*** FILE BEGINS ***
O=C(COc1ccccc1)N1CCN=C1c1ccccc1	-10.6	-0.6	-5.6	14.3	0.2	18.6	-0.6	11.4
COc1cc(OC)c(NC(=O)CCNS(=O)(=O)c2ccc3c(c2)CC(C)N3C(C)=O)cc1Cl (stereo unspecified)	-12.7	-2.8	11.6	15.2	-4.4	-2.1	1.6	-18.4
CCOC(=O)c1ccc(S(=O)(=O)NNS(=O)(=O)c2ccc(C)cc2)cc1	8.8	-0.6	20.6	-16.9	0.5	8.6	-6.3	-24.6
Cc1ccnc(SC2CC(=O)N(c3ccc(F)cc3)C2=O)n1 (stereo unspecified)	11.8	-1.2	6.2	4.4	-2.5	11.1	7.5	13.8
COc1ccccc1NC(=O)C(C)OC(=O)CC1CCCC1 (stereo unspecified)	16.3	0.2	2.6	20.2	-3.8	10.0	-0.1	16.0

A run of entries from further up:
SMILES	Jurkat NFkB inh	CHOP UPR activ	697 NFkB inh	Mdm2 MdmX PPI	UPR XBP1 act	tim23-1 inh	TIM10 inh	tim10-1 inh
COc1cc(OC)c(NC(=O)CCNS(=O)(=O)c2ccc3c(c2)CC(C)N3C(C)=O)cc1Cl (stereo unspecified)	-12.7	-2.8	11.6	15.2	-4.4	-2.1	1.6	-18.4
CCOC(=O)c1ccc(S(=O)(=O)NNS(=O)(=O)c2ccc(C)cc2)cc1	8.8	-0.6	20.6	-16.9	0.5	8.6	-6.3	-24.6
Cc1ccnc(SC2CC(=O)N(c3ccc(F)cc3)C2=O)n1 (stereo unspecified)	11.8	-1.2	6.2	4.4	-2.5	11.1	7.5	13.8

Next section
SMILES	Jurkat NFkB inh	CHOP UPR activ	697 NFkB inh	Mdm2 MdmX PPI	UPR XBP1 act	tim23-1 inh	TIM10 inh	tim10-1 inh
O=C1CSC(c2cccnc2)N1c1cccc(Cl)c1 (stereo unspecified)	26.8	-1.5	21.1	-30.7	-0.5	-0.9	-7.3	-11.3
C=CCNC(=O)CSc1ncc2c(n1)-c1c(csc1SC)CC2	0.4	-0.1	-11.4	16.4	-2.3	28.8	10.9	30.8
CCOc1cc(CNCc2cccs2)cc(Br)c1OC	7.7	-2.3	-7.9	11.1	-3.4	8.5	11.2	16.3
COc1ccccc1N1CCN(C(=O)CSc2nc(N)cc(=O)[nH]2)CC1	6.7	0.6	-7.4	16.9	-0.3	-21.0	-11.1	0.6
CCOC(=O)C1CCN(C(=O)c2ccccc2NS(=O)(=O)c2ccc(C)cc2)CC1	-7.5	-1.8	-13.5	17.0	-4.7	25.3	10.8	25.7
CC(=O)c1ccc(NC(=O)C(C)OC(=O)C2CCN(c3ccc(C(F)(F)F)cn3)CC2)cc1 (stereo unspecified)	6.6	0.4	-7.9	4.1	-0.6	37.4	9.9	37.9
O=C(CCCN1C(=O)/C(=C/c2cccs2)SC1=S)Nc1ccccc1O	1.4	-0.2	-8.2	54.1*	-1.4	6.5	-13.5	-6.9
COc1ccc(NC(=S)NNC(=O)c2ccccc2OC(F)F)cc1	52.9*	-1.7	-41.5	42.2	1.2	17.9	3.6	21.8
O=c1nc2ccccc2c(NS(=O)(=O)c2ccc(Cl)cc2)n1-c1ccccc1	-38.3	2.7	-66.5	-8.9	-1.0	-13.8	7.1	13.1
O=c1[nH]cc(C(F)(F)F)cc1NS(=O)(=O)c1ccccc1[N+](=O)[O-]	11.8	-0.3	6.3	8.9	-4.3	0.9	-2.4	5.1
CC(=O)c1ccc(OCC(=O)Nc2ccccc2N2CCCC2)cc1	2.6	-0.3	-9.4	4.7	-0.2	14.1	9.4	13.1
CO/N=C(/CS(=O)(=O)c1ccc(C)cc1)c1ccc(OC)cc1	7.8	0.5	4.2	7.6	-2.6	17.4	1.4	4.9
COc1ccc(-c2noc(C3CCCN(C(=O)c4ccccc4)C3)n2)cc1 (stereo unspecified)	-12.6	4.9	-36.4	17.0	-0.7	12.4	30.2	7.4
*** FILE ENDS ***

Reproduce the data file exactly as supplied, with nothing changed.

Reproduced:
O=C(COc1ccccc1)N1CCN=C1c1ccccc1	-10.6	-0.6	-5.6	14.3	0.2	18.6	-0.6	11.4
COc1cc(OC)c(NC(=O)CCNS(=O)(=O)c2ccc3c(c2)CC(C)N3C(C)=O)cc1Cl (stereo unspecified)	-12.7	-2.8	11.6	15.2	-4.4	-2.1	1.6	-18.4
CCOC(=O)c1ccc(S(=O)(=O)NNS(=O)(=O)c2ccc(C)cc2)cc1	8.8	-0.6	20.6	-16.9	0.5	8.6	-6.3	-24.6
Cc1ccnc(SC2CC(=O)N(c3ccc(F)cc3)C2=O)n1 (stereo unspecified)	11.8	-1.2	6.2	4.4	-2.5	11.1	7.5	13.8
COc1ccccc1NC(=O)C(C)OC(=O)CC1CCCC1 (stereo unspecified)	16.3	0.2	2.6	20.2	-3.8	10.0	-0.1	16.0

A run of entries from further up:
SMILES	Jurkat NFkB inh	CHOP UPR activ	697 NFkB inh	Mdm2 MdmX PPI	UPR XBP1 act	tim23-1 inh	TIM10 inh	tim10-1 inh
COc1cc(OC)c(NC(=O)CCNS(=O)(=O)c2ccc3c(c2)CC(C)N3C(C)=O)cc1Cl (stereo unspecified)	-12.7	-2.8	11.6	15.2	-4.4	-2.1	1.6	-18.4
CCOC(=O)c1ccc(S(=O)(=O)NNS(=O)(=O)c2ccc(C)cc2)cc1	8.8	-0.6	20.6	-16.9	0.5	8.6	-6.3	-24.6
Cc1ccnc(SC2CC(=O)N(c3ccc(F)cc3)C2=O)n1 (stereo unspecified)	11.8	-1.2	6.2	4.4	-2.5	11.1	7.5	13.8

Next section
SMILES	Jurkat NFkB inh	CHOP UPR activ	697 NFkB inh	Mdm2 MdmX PPI	UPR XBP1 act	tim23-1 inh	TIM10 inh	tim10-1 inh
O=C1CSC(c2cccnc2)N1c1cccc(Cl)c1 (stereo unspecified)	26.8	-1.5	21.1	-30.7	-0.5	-0.9	-7.3	-11.3
C=CCNC(=O)CSc1ncc2c(n1)-c1c(csc1SC)CC2	0.4	-0.1	-11.4	16.4	-2.3	28.8	10.9	30.8
CCOc1cc(CNCc2cccs2)cc(Br)c1OC	7.7	-2.3	-7.9	11.1	-3.4	8.5	11.2	16.3
COc1ccccc1N1CCN(C(=O)CSc2nc(N)cc(=O)[nH]2)CC1	6.7	0.6	-7.4	16.9	-0.3	-21.0	-11.1	0.6
CCOC(=O)C1CCN(C(=O)c2ccccc2NS(=O)(=O)c2ccc(C)cc2)CC1	-7.5	-1.8	-13.5	17.0	-4.7	25.3	10.8	25.7
CC(=O)c1ccc(NC(=O)C(C)OC(=O)C2CCN(c3ccc(C(F)(F)F)cn3)CC2)cc1 (stereo unspecified)	6.6	0.4	-7.9	4.1	-0.6	37.4	9.9	37.9
O=C(CCCN1C(=O)/C(=C/c2cccs2)SC1=S)Nc1ccccc1O	1.4	-0.2	-8.2	54.1*	-1.4	6.5	-13.5	-6.9
COc1ccc(NC(=S)NNC(=O)c2ccccc2OC(F)F)cc1	52.9*	-1.7	-41.5	42.2	1.2	17.9	3.6	21.8
O=c1nc2ccccc2c(NS(=O)(=O)c2ccc(Cl)cc2)n1-c1ccccc1	-38.3	2.7	-66.5	-8.9	-1.0	-13.8	7.1	13.1
O=c1[nH]cc(C(F)(F)F)cc1NS(=O)(=O)c1ccccc1[N+](=O)[O-]	11.8	-0.3	6.3	8.9	-4.3	0.9	-2.4	5.1
CC(=O)c1ccc(OCC(=O)Nc2ccccc2N2CCCC2)cc1	2.6	-0.3	-9.4	4.7	-0.2	14.1	9.4	13.1
CO/N=C(/CS(=O)(=O)c1ccc(C)cc1)c1ccc(OC)cc1	7.8	0.5	4.2	7.6	-2.6	17.4	1.4	4.9
COc1ccc(-c2noc(C3CCCN(C(=O)c4ccccc4)C3)n2)cc1 (stereo unspecified)	-12.6	4.9	-36.4	17.0	-0.7	12.4	30.2	7.4